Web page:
Geraint Thomas has reiterated that after narrowly missing out on a Giro d’Italia win this year, he still hopes to be given the opportunity to carry on racing at the highest level in 2024 with Ineos Grenadiers.
The Welshman dramatically missed out on the Giro title after being toppled by Jumbo-Visma’s Primož Roglič on the penultimate stage.
However, after a brief period of downtime to reset, the 37-year-old says he is now ready to perform and push for the podium in the elite individual time trial at the Glasgow World Championships.
Speaking to the media, including Cycling Weekly, in Glasgow, Thomas said: "All being well I'll still be racing next year," though when asked if he had heard any updates regarding contract talks with Ineos Grenadiers the answer was "not really, no”. Thomas added: “I was hoping to but there's been nothing else at the minute."
Though Thomas was clear that he has big goals for 2024, citing a fifth Olympic outing as a target, he added of this Friday's World Championships time trial: "When you get a bit older, you do start to appreciate it a bit more, because you know, it's coming to an end soon. So you kind of just make the most of it and really try to take it all in and especially with it being in the UK it makes it even more special."
Thomas explained that in the immediate aftermath of the Giro the end result had been "hard to take" but after a period of reflection, he said he was now able to see the positives and would look to carry that into the Vuelta a España in the coming weeks.
"I had two weeks where I didn't really ride much at all [after the Giro d’Italia] and let my hair down a bit,” he said. "I just ate and drank whatever - I drank quite a bit to be fair - but it was a nice break with the family.
"Then I just tried to get back into it and spent a bit of time up in Andorra at altitude with the team, it's the best way for me to sort of focus really, so I had three weeks up there which was decent. I then went to Poland [Tour de Pologne], but I was a bit sort of nailed there."
Looking at the positives
"I guess I just kind of always looked at the positives of it [the Giro d’Italia] and the fact that at the start of the year I was just so up and down and stop start," he added. "I never really got fully going until March after the Volta a Catalunya - which was pretty close to the Giro - so I was just pretty happy to have just been in the position to win.
"Then obviously getting so close on the last day made it hard to take but at the same time I was happy with how I managed to get into that position."
At the Vuelta Thomas will have another opportunity to go up against Primož Roglič who is set to lead Jumbo-Visma alongside Tour de France winner Jonas Vingegaard. The Welshman explained that he was trying not to think too far ahead in terms of a result in Spain and would look to take it day by day.
"We'll see once we're in it," Thomas said. "The Vuelta's such a hard race this year. There's something most days really and a super hard back end of the race as well. It'll be tough though because they've obviously got two pretty decent guys but we'll see."
Ahead of the men’s elite individual time trial on Friday, the 37-year-old said he was determined to perform and push for a good result.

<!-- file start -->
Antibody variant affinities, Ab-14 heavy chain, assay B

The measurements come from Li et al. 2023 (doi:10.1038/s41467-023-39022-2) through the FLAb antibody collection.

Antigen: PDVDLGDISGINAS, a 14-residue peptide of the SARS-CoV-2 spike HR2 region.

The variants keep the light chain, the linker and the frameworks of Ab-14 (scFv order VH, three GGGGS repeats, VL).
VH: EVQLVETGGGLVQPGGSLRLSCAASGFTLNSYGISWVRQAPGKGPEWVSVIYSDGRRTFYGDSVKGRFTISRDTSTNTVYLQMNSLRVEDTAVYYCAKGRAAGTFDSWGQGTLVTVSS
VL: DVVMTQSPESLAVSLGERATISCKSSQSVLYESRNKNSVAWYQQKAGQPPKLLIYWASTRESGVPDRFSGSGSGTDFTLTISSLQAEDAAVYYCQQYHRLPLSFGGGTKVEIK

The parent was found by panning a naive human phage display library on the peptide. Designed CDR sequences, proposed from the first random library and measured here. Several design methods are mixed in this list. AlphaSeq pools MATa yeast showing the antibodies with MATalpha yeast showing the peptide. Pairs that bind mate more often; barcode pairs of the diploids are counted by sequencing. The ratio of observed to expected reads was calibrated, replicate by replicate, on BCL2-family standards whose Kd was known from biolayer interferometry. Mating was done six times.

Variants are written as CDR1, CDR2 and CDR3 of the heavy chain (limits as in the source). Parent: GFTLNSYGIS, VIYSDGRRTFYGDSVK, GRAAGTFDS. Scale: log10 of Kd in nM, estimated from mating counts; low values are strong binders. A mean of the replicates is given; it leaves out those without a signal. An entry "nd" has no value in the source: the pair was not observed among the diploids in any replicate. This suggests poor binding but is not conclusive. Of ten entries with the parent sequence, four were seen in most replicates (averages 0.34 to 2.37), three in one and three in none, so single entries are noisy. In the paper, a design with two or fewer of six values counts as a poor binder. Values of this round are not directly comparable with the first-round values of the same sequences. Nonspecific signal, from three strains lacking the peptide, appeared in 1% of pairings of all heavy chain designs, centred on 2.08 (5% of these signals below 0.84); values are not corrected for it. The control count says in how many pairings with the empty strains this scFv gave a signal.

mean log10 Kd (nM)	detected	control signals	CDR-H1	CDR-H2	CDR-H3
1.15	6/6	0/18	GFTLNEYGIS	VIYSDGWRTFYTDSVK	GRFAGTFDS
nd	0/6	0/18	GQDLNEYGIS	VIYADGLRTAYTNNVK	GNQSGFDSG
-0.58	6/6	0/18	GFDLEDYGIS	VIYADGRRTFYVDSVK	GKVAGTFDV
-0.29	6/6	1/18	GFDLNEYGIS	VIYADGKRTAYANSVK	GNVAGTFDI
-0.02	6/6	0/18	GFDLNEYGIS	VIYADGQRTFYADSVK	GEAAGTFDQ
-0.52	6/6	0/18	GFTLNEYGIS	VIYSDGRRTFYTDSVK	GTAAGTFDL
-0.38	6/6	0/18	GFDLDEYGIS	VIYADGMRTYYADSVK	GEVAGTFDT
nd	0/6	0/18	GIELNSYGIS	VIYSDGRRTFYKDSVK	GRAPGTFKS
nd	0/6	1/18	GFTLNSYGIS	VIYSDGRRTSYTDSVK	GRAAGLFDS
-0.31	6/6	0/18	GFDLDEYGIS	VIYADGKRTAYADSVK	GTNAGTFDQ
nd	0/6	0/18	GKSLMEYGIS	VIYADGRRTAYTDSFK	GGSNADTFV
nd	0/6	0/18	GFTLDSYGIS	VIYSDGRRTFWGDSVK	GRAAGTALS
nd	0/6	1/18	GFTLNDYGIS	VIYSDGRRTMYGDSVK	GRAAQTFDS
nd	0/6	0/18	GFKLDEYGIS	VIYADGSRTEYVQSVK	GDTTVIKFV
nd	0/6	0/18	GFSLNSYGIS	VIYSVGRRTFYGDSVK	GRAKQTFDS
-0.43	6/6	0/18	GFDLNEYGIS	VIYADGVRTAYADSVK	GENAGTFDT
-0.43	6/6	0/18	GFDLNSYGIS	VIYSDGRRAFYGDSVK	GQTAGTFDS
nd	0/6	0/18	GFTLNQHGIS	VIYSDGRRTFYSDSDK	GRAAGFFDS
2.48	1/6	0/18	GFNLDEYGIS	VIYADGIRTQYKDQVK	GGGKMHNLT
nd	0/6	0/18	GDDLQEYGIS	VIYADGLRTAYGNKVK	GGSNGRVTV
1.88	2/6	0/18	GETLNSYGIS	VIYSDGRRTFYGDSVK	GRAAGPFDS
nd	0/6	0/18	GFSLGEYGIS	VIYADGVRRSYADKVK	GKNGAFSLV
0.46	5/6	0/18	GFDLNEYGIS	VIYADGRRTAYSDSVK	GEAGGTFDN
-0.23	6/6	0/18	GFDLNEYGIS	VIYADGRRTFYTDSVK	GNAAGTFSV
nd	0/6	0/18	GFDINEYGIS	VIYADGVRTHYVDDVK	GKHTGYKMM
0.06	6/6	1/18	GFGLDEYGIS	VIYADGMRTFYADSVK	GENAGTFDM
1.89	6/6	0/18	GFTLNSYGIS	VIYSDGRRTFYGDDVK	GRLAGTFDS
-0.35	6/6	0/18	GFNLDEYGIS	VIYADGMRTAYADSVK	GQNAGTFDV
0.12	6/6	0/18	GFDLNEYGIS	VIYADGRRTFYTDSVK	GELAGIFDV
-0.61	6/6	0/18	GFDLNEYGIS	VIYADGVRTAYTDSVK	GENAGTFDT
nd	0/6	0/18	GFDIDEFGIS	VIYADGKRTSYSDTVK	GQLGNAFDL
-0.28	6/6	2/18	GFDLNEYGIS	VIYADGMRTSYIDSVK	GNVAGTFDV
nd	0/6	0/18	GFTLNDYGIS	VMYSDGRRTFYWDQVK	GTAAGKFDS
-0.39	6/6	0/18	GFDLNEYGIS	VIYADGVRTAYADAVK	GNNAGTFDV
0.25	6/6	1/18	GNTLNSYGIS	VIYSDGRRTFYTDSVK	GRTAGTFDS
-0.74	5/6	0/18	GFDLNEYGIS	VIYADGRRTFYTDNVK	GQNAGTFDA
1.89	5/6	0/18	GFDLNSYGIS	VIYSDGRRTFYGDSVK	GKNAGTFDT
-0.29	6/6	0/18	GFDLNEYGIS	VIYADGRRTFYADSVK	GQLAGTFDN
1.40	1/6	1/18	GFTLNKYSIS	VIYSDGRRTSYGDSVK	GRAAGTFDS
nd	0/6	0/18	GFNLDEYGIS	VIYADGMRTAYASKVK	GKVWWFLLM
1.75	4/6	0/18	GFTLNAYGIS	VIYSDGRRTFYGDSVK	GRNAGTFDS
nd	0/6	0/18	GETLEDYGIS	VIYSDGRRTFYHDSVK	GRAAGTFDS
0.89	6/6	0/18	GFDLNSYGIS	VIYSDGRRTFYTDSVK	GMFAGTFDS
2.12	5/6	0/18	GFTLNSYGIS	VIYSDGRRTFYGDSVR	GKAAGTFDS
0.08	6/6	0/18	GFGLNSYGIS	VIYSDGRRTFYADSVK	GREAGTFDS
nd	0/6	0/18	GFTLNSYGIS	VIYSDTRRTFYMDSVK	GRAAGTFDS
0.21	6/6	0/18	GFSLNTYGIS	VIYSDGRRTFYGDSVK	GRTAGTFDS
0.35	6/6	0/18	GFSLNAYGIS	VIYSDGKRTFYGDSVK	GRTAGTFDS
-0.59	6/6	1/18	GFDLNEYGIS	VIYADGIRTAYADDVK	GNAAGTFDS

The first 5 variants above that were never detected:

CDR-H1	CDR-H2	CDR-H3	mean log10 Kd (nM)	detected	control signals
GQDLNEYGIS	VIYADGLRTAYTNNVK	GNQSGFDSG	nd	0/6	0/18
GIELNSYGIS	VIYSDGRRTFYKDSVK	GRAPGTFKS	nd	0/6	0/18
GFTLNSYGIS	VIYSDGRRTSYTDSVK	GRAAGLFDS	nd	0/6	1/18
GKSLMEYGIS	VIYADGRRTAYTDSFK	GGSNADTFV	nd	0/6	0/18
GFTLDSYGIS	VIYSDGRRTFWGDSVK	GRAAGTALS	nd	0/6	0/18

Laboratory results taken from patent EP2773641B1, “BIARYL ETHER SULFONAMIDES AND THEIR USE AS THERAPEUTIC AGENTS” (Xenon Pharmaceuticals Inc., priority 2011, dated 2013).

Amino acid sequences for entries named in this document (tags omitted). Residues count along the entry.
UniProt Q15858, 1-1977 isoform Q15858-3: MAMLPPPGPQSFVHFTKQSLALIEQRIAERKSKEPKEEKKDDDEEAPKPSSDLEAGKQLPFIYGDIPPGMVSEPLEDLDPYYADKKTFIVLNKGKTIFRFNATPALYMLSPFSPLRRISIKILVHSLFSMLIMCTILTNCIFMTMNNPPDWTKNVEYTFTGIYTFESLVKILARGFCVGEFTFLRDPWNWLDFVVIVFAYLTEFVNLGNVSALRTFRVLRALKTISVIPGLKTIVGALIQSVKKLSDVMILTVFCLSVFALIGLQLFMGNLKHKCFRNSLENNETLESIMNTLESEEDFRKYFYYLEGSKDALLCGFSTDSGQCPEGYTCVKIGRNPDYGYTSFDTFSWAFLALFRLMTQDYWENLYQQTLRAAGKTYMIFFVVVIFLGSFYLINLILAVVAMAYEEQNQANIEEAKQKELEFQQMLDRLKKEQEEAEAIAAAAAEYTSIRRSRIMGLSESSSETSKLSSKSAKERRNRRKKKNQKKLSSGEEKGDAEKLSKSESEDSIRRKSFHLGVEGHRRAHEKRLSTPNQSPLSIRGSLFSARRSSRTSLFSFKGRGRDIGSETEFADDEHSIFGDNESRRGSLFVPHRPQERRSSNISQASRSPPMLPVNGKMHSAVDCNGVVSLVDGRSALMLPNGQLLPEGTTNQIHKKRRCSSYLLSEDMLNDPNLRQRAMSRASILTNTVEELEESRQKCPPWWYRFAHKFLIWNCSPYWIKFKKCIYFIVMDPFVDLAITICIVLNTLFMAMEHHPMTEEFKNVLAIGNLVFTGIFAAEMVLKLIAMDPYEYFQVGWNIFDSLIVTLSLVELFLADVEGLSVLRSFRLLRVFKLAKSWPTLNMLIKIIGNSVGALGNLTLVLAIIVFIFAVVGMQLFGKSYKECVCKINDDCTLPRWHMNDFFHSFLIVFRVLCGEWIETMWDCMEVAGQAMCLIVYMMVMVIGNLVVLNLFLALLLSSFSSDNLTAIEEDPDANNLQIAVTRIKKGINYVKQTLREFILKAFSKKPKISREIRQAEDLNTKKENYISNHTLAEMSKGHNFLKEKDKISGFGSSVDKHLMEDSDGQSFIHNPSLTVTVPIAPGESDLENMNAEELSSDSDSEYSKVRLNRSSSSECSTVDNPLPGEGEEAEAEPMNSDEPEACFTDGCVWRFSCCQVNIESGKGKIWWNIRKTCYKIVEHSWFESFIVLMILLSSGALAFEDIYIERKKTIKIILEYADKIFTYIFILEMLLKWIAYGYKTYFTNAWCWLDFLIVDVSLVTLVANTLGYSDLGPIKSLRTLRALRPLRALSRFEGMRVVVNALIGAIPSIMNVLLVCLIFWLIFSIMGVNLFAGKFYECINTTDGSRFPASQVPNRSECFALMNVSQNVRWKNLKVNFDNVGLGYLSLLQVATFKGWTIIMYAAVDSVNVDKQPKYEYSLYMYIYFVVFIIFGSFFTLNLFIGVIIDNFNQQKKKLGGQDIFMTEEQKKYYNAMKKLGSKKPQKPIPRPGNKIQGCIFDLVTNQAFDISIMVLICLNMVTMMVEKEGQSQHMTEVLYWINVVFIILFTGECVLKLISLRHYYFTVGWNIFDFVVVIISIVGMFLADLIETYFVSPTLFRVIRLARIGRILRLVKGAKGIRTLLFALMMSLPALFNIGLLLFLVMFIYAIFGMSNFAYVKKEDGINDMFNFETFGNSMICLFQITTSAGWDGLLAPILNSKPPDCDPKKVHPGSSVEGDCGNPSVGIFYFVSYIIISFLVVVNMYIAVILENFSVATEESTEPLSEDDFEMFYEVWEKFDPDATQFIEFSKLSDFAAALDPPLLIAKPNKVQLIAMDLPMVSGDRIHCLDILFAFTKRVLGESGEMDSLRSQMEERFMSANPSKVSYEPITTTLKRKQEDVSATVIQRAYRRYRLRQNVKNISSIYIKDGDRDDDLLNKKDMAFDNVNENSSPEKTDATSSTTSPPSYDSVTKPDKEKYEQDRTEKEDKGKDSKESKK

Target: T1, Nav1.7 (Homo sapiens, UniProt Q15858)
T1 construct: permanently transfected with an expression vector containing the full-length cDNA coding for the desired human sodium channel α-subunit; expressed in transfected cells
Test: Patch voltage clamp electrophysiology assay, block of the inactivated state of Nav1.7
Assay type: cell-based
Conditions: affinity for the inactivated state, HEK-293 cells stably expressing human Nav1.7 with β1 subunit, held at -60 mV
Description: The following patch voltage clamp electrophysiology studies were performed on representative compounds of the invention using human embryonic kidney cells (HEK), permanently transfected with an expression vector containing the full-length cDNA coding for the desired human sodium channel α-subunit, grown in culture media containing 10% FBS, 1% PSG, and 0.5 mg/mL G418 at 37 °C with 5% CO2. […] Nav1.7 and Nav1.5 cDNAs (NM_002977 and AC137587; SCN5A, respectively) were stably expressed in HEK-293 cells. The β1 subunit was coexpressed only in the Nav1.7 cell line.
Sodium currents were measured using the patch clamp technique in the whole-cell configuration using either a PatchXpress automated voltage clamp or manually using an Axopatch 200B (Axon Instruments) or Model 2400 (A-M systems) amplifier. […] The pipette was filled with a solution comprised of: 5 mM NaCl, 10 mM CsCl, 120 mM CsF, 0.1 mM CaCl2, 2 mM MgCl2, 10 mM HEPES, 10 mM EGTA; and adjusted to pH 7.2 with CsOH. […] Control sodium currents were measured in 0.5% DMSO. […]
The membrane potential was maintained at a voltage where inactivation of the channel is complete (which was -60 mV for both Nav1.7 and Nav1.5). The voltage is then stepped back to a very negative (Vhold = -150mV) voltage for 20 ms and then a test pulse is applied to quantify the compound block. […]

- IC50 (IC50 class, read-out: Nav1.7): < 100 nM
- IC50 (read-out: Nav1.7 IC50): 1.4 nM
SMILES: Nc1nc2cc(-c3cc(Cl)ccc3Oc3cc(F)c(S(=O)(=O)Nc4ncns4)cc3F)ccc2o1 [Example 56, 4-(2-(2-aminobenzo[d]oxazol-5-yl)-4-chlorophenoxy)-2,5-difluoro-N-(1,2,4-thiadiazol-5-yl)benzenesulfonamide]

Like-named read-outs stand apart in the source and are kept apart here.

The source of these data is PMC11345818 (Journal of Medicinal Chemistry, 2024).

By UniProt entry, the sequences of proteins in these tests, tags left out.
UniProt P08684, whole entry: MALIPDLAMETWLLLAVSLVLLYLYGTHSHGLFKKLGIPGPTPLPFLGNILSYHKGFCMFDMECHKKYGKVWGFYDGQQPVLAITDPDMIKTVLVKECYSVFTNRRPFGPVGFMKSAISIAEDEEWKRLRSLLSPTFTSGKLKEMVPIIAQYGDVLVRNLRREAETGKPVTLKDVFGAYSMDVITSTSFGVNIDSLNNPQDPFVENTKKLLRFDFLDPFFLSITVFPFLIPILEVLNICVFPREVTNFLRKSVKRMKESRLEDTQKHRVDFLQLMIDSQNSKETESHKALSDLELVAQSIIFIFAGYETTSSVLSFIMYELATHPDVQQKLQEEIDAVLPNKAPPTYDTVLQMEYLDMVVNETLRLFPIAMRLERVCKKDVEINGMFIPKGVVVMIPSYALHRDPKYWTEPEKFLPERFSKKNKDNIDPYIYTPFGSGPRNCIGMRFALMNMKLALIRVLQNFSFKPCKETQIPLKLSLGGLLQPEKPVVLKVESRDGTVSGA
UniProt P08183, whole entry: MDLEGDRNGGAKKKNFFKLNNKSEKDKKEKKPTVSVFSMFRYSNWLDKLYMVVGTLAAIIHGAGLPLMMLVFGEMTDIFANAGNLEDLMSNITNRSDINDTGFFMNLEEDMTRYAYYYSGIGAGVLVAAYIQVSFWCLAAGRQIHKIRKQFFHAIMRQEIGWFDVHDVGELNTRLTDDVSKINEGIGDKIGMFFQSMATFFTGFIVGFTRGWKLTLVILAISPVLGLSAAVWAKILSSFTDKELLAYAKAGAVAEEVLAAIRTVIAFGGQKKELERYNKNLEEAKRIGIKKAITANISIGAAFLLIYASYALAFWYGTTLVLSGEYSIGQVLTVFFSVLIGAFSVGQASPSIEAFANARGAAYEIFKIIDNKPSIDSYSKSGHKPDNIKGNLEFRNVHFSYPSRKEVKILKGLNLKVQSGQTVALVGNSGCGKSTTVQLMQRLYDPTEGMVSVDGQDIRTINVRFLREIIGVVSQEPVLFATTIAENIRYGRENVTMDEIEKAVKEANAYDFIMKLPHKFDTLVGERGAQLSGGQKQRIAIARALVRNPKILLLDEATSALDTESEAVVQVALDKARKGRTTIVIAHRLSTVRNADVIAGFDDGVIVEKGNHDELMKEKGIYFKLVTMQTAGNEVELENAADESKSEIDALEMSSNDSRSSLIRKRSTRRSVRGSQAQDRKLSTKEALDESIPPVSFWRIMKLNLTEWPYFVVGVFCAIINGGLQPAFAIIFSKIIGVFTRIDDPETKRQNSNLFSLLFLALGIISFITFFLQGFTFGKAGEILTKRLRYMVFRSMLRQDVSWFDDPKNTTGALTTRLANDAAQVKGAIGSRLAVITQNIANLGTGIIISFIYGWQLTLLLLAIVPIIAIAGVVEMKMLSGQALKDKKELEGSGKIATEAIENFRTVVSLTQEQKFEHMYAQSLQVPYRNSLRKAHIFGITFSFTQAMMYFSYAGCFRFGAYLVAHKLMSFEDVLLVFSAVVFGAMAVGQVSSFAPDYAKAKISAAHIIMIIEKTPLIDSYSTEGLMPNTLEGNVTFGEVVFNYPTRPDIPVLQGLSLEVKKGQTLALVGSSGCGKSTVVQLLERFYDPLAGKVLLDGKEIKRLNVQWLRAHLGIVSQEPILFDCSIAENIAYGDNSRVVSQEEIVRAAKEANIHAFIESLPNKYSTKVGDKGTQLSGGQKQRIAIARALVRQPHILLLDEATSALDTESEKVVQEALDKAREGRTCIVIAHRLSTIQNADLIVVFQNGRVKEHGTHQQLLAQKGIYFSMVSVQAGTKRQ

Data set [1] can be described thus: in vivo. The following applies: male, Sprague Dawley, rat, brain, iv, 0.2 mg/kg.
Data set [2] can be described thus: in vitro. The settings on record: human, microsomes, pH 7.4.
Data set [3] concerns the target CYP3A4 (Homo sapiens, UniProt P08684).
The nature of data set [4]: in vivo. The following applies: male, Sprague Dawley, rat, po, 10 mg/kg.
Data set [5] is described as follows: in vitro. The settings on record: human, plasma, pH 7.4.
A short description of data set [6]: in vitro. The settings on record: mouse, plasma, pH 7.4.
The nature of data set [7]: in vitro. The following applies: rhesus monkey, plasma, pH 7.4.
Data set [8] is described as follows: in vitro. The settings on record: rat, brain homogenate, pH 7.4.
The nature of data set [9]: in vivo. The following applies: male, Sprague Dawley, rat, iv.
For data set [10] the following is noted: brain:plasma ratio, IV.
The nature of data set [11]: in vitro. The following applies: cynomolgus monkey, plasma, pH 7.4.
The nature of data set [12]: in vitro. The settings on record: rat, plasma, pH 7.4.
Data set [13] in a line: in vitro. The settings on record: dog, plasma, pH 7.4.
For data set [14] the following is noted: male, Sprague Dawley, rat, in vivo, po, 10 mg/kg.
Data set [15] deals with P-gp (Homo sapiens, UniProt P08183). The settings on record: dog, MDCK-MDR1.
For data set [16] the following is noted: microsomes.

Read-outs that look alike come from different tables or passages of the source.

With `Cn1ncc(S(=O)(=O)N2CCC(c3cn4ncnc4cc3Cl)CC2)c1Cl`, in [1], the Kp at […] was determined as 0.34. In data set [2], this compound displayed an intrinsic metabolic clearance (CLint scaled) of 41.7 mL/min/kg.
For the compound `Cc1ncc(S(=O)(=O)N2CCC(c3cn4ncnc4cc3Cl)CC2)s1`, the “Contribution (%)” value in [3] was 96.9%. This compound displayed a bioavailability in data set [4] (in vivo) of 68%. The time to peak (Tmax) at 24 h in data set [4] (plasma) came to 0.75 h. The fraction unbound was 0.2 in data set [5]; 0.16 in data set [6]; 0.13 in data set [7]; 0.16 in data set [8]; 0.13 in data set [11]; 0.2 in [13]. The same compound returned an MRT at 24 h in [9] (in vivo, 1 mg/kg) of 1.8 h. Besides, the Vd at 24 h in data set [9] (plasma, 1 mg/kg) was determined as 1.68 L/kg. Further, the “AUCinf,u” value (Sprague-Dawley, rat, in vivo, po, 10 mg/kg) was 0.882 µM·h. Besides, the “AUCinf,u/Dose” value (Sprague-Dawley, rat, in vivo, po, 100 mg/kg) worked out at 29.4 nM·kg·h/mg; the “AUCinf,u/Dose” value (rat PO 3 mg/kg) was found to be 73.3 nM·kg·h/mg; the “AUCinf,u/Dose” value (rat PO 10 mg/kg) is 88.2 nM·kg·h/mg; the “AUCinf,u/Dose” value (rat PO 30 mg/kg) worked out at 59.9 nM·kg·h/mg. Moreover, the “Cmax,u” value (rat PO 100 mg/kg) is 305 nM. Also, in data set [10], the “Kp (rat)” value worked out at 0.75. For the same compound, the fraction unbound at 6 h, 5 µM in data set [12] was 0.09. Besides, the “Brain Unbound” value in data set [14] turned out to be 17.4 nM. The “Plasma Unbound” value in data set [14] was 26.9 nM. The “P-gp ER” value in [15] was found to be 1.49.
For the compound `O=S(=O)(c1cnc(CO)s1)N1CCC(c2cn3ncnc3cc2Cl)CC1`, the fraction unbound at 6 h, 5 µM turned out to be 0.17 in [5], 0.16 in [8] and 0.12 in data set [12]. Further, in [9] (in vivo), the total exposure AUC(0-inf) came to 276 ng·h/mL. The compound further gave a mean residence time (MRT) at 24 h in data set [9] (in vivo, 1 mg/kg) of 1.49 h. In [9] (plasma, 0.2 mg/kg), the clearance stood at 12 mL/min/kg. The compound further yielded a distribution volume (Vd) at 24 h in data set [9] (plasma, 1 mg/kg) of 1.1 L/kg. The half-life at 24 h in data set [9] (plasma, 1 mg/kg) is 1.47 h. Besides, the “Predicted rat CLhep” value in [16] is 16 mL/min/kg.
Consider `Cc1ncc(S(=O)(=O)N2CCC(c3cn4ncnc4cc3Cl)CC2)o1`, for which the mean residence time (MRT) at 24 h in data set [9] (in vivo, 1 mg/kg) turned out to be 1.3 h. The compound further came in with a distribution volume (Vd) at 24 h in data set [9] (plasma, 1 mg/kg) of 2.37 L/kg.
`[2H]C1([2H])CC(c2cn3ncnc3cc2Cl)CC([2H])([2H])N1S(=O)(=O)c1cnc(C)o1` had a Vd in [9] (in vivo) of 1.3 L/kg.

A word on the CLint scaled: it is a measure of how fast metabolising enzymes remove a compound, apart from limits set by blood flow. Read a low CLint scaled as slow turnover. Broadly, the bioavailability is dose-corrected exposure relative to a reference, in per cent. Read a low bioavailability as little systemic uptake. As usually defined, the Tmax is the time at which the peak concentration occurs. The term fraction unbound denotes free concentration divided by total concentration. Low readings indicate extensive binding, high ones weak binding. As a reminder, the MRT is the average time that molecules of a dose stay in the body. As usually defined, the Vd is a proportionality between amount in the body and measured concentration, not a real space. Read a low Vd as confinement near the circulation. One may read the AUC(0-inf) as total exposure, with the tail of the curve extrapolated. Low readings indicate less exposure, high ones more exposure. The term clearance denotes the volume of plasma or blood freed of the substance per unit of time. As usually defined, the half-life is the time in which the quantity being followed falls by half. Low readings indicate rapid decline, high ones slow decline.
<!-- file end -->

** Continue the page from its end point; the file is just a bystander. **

Thomas explained that competing at the Worlds provided excellent preparation for the time trials that feature in the Vuelta but that his later goal wouldn’t distract from the aim of getting onto the podium in Stirling.
"It helps for the Vuelta, but the main reason [for] coming here was to try and perform and do well in the TT. I would have loved to have done the road race as well but the way Poland fell it wasn't possible," Thomas said. "So it does help [with preparation for the Vuelta] but I think it's mainly because of the race and it being at home that I’m here rather than using it as practice and I'm coming here to try to perform."
"Guys like Josh [Tarling] or Filippo [Ganna], it probably favours them a bit more. But yeah, for me at the end of the day, it’s just A to B as quick as you can really. It’s a pure race. Just as good as you are and that’s that."
"I'm coming here to try to perform"
"I think I've never really been in decent shape at a Worlds either, maybe once in Imola and when Cav won in Copenhagen. So it's nice to just be at a Worlds in decent nick," he explained.
"I’ll do this and then go to altitude for another eight days or so and then straight into the Vuelta,” he added. “So, it's a lot of time away from home. But hopefully it will be why you just have no regrets then. You know, you've done all you can and you just do what you have to do."
Last weekend, Thomas was watching on when his Ineos teammate - and co-podcast host - Luke Rowe rode the elite men’s road race which was won by Mathieu van der Poel.
The Welshman said the timing of the Tour de Pologne meant he was unable to take part and that the explosive nature of the course meant that the race would not have been one for him.
He said: "It was different I guess for the Worlds but all the good guys were all there you know, so I think if you had the legs you'd have been there. It would have been tense getting into the circuit but they lit it up as soon as they got on. It wouldn't be my cup of tea for a race like the Worlds, I thought It looked pretty intense. Explosive.
"The usual suspects are always strong aren't they so it wasn't much of a surprise to see them all going well especially coming out of the Tour."
Thomas explained that he is even hungrier to carry on racing into 2024 with the Paris Olympics in mind.
"I've seen the road race recently actually, and I'd love to go. It'd be my fifth Olympics, which is pretty mad actually. I think it'd be a really good target to have that as a goal to try and go and do something there. It's going to be massive and so would be great to be a part of it."
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